‘Dirty diesel’ may be option

October 07, 2017

A feed mill owner from Kyabram has warned he will need to ditch the electricity grid and install a dirty diesel generator if electricity prices continue to rise.

Alan Meyer has owned and operated Vic Feeds in Colbinabbin for more than three years and is just one of the many rural business owners stung by recent price hikes.

It has been a successful business, which employs seven workers and supplies farmers across Gippsland and the Goulburn Valley.

When it came time to re-negotiate his electricity contract this year he was expecting a mild hike, but he was not prepared for what he got.

‘‘We got a 110 per cent increase in one go,’’ Mr Meyer said.

‘‘It’s about $51000 for just the increase, it is the equivalent of putting on another person.’’

The re-negotiated price came about the time of the closure of Latrobe Valley’s Hazelwood power station, which provided up to 25 per cent of the state’s base load power.

WWF Australia listed the power station as the least carbon efficient in Organisation for Economic Co-operation and Development countries, and environmentalists welcomed its closure.

But Mr Meyer said heavy users of electricity had been left with the costs of the closure, which could cost jobs.

‘‘Over the last 12 years there has been no direction on energy, both parties are to blame,’’ he said.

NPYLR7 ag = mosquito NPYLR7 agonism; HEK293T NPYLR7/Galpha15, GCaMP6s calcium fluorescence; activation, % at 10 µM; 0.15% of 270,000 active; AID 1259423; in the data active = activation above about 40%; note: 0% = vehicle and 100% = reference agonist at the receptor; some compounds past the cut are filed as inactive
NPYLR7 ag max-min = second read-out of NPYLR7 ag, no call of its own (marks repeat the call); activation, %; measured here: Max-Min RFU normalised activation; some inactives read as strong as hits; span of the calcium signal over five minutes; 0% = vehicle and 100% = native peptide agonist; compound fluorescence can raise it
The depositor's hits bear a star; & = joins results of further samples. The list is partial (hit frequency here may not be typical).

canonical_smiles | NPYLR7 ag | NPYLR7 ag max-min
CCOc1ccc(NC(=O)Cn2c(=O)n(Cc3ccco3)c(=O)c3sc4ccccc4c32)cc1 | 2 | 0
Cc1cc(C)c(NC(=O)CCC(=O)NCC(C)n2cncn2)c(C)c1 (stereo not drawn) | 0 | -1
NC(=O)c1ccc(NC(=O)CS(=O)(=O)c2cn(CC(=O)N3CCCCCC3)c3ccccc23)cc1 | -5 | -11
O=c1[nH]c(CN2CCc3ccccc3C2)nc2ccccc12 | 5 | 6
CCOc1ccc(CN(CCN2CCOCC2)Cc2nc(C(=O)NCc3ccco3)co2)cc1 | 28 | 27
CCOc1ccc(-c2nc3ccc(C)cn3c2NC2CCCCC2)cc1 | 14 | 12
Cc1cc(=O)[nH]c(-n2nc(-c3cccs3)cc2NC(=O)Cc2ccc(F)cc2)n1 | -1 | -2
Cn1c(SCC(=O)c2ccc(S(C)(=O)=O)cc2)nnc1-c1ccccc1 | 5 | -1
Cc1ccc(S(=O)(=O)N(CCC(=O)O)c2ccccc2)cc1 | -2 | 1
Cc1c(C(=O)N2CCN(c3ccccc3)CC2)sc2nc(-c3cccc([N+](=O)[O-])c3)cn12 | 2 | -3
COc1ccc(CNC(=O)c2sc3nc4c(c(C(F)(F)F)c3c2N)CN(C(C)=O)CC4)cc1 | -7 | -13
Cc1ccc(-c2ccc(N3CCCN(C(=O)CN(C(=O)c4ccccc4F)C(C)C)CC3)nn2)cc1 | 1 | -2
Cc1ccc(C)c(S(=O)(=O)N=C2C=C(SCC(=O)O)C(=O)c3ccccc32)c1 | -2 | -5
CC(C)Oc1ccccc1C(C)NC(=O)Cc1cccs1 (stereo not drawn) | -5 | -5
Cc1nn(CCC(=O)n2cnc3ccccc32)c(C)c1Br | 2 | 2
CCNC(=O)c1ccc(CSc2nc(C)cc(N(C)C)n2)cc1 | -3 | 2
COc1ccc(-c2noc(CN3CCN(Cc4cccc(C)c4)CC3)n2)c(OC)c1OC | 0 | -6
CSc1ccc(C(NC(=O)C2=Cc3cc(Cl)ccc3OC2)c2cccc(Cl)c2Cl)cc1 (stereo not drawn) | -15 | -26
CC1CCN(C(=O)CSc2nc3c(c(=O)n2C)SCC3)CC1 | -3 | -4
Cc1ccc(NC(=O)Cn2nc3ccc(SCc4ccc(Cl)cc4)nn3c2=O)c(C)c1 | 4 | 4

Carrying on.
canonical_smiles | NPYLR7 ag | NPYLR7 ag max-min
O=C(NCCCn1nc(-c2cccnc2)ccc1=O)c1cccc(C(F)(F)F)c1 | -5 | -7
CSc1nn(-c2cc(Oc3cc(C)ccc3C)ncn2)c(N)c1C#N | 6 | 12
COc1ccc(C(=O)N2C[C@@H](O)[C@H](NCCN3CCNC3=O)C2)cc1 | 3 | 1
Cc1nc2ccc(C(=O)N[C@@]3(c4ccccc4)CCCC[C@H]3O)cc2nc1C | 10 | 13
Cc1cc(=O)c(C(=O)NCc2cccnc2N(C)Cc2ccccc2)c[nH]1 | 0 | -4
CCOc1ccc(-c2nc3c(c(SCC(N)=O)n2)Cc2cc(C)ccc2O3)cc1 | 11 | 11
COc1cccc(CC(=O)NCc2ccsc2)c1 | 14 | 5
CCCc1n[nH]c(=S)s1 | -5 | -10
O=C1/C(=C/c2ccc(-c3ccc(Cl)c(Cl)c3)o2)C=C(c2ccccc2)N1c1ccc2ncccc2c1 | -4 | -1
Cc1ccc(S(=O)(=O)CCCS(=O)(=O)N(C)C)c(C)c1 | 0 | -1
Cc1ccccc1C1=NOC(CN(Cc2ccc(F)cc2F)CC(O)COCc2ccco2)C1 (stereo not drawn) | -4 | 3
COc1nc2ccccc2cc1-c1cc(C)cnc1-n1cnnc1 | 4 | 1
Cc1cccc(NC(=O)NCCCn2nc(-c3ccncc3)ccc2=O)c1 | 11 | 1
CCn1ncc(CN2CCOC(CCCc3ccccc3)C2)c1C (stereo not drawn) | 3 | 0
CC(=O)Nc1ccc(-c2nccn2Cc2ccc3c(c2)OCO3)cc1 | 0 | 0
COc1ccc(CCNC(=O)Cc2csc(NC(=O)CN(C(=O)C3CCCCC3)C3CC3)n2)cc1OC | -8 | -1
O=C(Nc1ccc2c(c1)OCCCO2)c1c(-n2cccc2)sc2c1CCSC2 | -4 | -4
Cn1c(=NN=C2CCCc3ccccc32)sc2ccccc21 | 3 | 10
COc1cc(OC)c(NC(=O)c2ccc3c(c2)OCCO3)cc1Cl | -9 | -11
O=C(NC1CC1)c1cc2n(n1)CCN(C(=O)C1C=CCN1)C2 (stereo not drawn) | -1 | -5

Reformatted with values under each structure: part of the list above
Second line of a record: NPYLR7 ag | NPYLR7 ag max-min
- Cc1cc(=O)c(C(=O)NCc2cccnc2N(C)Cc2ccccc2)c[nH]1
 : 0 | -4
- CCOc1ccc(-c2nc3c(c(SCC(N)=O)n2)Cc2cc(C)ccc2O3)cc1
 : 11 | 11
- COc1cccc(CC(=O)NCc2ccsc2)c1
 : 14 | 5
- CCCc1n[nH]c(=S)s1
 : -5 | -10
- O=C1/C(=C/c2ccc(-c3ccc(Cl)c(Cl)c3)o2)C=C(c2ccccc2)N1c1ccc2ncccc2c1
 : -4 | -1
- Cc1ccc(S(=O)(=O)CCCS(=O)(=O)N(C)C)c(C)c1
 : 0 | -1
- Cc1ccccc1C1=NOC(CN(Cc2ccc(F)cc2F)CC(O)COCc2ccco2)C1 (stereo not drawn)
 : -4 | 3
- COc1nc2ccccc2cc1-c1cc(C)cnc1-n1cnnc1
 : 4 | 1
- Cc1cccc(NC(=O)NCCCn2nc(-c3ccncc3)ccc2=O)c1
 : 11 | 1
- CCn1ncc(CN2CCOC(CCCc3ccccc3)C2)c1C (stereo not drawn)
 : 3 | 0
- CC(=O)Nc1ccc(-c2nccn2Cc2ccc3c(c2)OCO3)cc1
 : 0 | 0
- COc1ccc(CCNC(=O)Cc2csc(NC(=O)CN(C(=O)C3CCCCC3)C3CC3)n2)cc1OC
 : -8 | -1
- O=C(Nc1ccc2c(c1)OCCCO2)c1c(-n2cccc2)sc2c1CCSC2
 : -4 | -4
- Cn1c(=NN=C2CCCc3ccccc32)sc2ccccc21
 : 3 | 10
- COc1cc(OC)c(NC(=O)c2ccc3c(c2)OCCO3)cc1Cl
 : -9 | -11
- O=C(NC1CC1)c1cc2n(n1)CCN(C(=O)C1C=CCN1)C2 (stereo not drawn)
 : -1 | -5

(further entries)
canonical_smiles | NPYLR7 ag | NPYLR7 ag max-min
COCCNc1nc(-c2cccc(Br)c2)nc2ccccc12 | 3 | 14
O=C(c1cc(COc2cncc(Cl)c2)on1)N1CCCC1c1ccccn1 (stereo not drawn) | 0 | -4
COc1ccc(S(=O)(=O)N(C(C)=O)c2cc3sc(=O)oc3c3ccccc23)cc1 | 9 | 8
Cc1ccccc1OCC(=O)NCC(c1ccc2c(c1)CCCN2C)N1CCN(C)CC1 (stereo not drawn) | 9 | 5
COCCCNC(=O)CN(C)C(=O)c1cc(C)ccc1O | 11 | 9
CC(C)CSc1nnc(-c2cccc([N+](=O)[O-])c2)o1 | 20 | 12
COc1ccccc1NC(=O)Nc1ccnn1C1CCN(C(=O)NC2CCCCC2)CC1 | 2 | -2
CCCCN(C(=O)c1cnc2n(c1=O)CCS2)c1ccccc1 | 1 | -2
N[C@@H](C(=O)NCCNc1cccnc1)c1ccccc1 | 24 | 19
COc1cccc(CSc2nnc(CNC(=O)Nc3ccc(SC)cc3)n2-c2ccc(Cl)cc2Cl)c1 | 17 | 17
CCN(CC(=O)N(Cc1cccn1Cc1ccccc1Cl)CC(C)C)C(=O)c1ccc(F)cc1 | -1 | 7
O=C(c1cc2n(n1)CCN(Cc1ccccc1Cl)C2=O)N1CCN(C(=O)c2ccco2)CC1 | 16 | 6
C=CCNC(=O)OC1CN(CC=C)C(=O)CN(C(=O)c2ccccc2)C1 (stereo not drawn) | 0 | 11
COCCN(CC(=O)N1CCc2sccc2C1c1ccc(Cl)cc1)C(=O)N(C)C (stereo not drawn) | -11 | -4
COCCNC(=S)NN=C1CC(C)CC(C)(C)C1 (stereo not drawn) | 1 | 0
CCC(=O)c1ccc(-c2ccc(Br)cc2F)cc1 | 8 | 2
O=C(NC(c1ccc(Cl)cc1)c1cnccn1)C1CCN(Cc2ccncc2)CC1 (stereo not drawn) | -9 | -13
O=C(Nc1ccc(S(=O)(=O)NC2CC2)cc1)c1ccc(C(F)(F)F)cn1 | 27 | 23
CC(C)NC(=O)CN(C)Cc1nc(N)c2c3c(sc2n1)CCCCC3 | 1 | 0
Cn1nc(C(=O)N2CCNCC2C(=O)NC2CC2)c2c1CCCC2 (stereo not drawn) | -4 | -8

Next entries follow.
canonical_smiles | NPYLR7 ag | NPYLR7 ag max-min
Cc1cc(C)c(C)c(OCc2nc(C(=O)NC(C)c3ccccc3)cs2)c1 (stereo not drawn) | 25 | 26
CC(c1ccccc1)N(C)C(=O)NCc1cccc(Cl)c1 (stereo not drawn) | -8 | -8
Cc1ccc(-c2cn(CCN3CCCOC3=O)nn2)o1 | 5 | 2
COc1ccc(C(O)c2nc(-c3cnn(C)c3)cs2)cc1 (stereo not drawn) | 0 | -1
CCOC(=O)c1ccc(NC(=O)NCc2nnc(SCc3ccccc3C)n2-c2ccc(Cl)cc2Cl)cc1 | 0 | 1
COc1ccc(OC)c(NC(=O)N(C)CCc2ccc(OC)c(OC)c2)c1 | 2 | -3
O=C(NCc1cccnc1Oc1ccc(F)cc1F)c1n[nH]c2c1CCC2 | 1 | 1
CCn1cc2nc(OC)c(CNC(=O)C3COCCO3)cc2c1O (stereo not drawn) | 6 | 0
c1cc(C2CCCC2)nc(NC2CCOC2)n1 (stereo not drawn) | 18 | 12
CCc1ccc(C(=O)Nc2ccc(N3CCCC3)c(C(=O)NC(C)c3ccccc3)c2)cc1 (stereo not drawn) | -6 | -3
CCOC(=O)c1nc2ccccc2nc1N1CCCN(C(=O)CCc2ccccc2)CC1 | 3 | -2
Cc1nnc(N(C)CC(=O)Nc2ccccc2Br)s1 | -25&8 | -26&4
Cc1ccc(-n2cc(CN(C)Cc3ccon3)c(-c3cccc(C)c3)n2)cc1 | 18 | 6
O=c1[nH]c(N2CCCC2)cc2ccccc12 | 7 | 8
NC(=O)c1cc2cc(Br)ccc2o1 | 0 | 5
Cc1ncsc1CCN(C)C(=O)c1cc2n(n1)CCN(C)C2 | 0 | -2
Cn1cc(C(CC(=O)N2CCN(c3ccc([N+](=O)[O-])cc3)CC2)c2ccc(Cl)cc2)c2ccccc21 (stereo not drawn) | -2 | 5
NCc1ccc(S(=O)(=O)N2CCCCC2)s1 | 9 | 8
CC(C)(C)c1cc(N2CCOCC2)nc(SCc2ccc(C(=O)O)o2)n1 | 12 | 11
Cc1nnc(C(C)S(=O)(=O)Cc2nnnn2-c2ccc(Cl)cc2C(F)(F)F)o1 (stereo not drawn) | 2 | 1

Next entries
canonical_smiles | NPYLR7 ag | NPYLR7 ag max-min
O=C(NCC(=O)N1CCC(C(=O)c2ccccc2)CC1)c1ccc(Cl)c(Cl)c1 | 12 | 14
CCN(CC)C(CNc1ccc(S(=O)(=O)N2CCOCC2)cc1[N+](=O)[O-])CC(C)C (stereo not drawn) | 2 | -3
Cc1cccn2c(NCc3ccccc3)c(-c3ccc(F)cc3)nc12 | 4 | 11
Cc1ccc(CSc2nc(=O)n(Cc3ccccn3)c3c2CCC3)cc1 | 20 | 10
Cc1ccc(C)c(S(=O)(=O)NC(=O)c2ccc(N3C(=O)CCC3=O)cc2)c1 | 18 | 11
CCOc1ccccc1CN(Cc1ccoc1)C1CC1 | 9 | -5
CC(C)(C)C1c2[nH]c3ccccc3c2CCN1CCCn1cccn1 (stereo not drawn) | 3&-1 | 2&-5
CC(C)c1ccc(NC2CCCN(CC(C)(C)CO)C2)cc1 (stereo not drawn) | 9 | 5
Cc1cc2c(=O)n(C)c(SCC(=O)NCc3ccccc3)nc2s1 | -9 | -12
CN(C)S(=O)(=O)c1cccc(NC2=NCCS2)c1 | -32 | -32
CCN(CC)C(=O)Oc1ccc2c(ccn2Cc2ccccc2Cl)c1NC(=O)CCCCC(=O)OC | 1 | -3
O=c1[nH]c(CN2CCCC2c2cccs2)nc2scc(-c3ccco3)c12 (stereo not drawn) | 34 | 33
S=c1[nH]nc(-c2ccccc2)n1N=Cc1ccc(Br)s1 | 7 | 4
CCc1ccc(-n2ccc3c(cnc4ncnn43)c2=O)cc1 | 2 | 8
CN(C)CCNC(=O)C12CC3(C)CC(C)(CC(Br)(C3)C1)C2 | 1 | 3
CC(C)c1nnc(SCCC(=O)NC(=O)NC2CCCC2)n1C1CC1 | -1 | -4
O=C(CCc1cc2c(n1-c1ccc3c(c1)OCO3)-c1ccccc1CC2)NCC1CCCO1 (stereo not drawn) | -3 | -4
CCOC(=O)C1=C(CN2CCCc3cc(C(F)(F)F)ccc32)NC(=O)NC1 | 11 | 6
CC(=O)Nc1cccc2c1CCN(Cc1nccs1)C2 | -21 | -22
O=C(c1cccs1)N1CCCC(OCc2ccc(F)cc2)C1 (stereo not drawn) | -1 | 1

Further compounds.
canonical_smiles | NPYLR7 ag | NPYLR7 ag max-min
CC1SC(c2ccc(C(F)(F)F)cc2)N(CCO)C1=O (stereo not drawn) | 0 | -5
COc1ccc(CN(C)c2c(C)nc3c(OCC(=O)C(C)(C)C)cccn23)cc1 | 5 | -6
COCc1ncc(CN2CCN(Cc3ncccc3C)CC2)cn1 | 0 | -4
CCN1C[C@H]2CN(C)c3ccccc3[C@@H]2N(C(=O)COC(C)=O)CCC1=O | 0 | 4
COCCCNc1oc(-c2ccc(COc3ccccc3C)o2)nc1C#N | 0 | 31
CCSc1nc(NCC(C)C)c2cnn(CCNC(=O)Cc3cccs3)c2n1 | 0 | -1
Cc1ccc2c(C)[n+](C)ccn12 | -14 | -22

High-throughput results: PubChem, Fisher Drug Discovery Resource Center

‘‘The major businesses will be more likely to go offshore.’’

When it comes to re-negotiate his power contract again, most likely in a few years, he warned he would go off-grid with a diesel generator if it rose again.

‘‘It is ridiculous, it is the dirtiest way of creating power,’’ he said.

State Member for Euroa Steph Ryan had heard plenty of stories like Mr Meyer’s from across regional Victoria.

‘‘My greatest concern is the impact that these prices rises will have on employment in our community,’’ Ms Ryan said.

‘‘I don’t think we have touched the tip of that iceberg.’’

She pointed to the closure of the Hazelwood power station and the Victorian Government’s policy of legislating its own renewable energy target for the large increases.

A transition to renewable energy was something she supported, but said little planning had been done to handle the shutdown of Hazelwood.

‘‘Experts have said this is a flawed policy, they say we need to have a national framework,’’ she said.

Victorian Energy Minister Lily D’Ambrosio blamed the Federal Government and its handling of energy policy for rapid increases, and not the closure of Hazelwood.

‘‘It’s created uncertainty in the sector and reduced investor confidence and that’s what’s driving up electricity bills,’’ Ms D’Ambrosio said.

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